Each year, the manufacturers who listen to their customers learn a little more about how their products are being used and what can be done to improve them. Then technology keeps advancing so the quality of materials and the designs improve year on year.

From backpacks to sling bags, messenger, laptop bags, pocket organizers and even a designer bag there is something to suit everyone’s taste and pocket and most importantly a bag that will fit all the EDC items. We have rounded up a select few popular EDC bags you should consider.

rush 12 tactical backpack

1. Backpack: TACTICAL RUSH 12

The Rush 12 is incredibly popular. It comes in 4 colors to suit different tastes and uses – Black, Multicam Sandstone and Double Tap. The design of this bag is great for someone who has to carry a reasonable amount of gear and equipment on their daily commute. The main compartment is 18″ x 11″ x 6.5″ and it has a 21.2 liter capacity (1296 cubic inch)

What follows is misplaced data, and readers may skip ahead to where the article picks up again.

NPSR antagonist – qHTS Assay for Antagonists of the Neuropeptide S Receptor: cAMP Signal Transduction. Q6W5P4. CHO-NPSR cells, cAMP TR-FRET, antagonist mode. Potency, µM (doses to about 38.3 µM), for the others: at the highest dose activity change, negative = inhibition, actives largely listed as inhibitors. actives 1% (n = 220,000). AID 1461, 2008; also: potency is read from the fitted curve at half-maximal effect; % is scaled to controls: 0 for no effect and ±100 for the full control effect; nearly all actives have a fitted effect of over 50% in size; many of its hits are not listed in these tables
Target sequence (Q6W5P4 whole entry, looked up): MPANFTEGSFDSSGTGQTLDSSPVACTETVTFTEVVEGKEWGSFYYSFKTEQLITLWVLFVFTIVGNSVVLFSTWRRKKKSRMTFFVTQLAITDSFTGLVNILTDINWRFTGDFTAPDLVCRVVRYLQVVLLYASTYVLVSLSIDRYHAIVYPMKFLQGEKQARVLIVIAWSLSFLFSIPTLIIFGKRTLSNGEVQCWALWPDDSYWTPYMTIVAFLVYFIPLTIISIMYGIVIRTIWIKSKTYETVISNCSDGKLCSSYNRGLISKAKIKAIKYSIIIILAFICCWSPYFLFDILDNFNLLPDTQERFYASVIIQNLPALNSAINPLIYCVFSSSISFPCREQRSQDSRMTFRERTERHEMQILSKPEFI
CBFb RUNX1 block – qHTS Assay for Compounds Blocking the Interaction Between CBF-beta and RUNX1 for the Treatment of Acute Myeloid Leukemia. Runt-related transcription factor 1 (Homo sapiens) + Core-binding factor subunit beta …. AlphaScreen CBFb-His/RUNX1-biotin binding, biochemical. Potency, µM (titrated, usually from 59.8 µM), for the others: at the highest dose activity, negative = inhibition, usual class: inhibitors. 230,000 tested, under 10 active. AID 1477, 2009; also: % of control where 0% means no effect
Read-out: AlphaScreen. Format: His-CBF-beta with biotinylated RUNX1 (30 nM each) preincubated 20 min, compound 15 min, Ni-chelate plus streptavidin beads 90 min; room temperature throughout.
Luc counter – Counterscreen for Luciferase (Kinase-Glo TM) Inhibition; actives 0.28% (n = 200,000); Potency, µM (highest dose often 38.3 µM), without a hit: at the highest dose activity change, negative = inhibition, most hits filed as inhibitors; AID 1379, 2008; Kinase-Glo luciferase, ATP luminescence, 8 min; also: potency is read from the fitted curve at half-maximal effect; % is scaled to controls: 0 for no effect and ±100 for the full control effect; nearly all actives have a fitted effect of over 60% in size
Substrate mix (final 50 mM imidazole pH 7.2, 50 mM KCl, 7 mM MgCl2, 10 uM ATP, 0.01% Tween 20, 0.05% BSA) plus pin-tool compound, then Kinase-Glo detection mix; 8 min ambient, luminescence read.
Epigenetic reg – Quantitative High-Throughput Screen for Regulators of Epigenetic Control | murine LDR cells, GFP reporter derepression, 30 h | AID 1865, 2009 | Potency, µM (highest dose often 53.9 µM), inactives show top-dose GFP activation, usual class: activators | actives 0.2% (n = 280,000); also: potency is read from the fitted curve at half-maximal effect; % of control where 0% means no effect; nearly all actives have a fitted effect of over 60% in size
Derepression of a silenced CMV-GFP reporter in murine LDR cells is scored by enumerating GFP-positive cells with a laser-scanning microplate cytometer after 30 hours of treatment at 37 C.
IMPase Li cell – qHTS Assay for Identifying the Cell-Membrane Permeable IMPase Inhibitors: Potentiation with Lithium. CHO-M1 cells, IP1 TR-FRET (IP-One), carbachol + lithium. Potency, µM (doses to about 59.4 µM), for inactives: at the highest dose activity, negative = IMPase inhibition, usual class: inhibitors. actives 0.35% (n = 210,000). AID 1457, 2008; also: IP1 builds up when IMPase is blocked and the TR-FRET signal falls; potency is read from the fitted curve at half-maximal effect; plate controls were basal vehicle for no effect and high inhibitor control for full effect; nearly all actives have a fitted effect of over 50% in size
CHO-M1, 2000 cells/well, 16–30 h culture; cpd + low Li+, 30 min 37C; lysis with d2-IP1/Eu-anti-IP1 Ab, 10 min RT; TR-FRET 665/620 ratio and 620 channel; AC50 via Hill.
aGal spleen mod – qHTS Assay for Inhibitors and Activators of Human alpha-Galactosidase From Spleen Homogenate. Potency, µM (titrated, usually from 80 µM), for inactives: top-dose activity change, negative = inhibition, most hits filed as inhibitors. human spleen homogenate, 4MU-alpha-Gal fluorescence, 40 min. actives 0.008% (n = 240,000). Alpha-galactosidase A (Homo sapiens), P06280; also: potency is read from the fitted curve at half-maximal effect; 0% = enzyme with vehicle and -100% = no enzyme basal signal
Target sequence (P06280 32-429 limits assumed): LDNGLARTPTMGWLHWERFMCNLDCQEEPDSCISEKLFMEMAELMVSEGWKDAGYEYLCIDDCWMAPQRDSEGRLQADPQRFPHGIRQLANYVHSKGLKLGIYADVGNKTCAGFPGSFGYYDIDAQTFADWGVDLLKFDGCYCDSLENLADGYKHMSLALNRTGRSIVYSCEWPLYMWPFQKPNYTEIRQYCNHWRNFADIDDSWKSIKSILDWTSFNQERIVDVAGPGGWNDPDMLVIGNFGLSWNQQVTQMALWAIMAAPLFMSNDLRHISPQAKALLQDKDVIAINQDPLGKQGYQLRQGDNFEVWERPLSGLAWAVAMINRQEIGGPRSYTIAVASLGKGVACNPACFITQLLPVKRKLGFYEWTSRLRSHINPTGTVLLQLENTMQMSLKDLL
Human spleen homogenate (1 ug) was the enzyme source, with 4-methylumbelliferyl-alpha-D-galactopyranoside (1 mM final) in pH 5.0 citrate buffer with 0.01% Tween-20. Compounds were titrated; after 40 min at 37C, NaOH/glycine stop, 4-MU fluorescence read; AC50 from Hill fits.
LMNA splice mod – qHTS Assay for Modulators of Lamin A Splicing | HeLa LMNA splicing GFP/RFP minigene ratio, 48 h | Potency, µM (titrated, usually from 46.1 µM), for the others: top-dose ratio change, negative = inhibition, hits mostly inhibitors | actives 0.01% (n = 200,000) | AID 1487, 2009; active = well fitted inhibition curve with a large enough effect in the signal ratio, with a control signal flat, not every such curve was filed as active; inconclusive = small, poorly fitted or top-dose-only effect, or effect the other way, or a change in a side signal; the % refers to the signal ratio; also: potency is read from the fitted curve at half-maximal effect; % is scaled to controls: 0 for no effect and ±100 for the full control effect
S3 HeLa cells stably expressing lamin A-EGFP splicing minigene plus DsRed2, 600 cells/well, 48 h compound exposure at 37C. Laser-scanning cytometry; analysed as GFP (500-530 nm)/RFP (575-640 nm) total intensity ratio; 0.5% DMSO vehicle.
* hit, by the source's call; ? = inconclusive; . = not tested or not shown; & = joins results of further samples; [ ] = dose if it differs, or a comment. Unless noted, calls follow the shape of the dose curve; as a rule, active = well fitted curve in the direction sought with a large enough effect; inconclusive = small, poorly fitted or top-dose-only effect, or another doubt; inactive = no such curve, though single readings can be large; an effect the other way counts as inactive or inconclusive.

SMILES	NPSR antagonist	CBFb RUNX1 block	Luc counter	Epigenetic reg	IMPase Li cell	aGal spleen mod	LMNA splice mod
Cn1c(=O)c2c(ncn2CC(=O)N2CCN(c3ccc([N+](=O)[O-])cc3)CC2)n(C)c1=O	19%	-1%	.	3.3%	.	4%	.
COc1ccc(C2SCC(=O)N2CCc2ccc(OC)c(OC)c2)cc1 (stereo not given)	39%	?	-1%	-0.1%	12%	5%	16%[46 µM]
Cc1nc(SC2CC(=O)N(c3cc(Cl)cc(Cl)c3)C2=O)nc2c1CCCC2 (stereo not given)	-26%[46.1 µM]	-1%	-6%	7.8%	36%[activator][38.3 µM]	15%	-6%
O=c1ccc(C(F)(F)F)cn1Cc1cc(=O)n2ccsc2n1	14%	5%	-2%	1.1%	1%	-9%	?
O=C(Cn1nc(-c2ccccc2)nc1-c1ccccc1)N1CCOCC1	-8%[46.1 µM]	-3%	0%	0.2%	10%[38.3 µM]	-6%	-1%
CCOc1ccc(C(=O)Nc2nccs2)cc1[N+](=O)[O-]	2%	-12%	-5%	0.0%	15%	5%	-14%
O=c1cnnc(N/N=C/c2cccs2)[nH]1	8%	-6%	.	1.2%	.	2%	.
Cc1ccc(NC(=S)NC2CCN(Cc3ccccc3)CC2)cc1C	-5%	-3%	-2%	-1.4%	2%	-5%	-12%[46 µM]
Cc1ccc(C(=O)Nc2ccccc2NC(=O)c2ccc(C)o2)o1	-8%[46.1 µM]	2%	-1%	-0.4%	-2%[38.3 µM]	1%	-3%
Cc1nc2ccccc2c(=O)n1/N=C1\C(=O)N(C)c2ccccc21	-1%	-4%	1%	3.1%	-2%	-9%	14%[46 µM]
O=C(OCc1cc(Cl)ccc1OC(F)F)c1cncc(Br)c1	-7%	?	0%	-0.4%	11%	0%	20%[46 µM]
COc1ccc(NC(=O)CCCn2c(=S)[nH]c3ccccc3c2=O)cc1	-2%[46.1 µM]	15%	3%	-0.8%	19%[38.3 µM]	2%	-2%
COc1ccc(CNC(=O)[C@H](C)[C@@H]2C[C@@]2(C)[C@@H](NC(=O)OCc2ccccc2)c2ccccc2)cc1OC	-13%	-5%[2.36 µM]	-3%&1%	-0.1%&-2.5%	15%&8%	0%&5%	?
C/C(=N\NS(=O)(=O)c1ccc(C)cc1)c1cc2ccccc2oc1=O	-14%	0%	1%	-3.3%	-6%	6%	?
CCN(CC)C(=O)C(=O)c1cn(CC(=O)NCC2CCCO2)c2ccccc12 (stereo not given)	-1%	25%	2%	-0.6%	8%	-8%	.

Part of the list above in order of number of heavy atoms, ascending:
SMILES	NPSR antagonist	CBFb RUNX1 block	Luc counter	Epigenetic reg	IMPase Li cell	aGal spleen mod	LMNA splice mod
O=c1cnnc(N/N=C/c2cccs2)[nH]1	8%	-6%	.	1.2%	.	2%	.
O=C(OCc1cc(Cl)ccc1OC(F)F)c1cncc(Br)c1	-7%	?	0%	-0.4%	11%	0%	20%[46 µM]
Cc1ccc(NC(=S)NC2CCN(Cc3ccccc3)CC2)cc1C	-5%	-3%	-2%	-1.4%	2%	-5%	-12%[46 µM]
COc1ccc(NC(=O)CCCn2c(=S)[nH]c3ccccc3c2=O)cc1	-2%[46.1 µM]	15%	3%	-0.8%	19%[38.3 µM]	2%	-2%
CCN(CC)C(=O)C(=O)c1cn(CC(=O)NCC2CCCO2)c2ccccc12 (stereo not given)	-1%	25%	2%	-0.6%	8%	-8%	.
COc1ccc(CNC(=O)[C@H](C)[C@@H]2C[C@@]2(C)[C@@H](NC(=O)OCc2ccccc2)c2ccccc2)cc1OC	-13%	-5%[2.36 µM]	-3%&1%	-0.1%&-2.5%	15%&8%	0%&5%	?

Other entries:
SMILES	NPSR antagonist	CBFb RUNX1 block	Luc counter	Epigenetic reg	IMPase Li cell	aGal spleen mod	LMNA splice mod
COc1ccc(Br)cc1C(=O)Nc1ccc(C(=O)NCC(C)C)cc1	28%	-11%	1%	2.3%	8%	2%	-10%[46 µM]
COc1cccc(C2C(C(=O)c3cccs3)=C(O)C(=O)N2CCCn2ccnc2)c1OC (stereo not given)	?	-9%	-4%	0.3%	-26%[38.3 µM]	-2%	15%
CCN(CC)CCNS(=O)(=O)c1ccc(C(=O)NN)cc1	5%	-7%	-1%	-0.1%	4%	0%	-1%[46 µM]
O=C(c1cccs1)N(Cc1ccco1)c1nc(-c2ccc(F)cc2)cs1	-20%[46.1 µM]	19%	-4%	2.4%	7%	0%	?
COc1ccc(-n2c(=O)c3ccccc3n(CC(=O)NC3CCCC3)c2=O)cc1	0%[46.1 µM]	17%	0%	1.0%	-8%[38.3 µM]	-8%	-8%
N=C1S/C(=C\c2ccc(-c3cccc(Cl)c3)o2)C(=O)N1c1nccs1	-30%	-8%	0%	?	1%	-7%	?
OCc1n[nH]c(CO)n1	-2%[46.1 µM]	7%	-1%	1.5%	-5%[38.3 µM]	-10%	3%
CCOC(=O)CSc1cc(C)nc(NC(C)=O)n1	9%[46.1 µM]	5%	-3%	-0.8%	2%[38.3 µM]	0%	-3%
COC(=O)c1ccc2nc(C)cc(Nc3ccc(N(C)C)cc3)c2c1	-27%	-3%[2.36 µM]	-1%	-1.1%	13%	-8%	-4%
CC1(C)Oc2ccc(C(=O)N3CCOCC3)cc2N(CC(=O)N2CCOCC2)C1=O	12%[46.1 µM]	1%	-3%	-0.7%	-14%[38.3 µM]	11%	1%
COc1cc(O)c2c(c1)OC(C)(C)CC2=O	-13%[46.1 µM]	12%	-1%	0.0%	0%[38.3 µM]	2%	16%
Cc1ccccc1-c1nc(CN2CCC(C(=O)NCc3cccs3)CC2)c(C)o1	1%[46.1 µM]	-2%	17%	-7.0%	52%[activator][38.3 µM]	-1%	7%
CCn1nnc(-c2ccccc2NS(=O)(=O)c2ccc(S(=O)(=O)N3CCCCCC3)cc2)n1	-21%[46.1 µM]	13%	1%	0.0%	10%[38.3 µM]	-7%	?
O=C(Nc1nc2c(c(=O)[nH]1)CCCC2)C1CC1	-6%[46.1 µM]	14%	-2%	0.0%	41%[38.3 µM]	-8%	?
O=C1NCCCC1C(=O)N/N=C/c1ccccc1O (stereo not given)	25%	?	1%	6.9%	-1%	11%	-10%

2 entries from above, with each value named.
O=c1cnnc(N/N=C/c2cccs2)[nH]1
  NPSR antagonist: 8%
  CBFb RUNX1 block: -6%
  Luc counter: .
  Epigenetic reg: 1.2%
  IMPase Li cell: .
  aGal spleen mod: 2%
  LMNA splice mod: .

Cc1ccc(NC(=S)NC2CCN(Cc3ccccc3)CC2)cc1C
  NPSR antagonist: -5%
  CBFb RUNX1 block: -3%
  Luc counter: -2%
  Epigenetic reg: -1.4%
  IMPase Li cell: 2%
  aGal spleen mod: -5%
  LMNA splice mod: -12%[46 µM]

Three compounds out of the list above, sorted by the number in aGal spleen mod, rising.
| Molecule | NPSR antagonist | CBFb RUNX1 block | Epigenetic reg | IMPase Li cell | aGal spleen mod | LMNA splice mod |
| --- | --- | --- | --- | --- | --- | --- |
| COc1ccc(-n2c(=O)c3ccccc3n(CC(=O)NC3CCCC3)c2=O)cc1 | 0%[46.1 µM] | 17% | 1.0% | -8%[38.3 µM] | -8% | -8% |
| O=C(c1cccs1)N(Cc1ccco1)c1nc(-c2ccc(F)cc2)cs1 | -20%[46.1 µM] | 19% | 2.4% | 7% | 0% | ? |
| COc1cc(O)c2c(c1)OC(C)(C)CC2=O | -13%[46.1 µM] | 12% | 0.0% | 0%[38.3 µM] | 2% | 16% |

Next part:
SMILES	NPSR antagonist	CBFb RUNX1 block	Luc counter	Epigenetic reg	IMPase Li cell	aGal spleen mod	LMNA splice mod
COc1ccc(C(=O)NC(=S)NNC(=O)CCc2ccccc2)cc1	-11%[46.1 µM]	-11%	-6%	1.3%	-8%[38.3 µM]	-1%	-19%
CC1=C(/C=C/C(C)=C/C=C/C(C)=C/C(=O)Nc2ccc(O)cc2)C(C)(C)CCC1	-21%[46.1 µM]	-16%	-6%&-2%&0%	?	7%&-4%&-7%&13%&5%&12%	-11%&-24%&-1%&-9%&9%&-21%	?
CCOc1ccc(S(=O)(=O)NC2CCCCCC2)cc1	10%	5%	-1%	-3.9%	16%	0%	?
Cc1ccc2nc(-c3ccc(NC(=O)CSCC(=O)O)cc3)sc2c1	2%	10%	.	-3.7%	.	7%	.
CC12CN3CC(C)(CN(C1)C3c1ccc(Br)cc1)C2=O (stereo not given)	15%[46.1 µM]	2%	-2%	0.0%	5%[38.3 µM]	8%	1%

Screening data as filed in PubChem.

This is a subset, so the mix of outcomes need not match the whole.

For people who like to be organized instead of rummaging around in a pack that has only two or so compartment this bag has 16 compartments including a fleece-lined sunglasses pocket. Winner! Then the zipper pocket inside the outside storage area fits an iPad mini snugly – so no extra case needed for that or a tablet of similar size either. In the main compartment you can fit a laptop and accessories.

Continue reading at Modern Survival Online: The 10 Best EDC Bags for 2017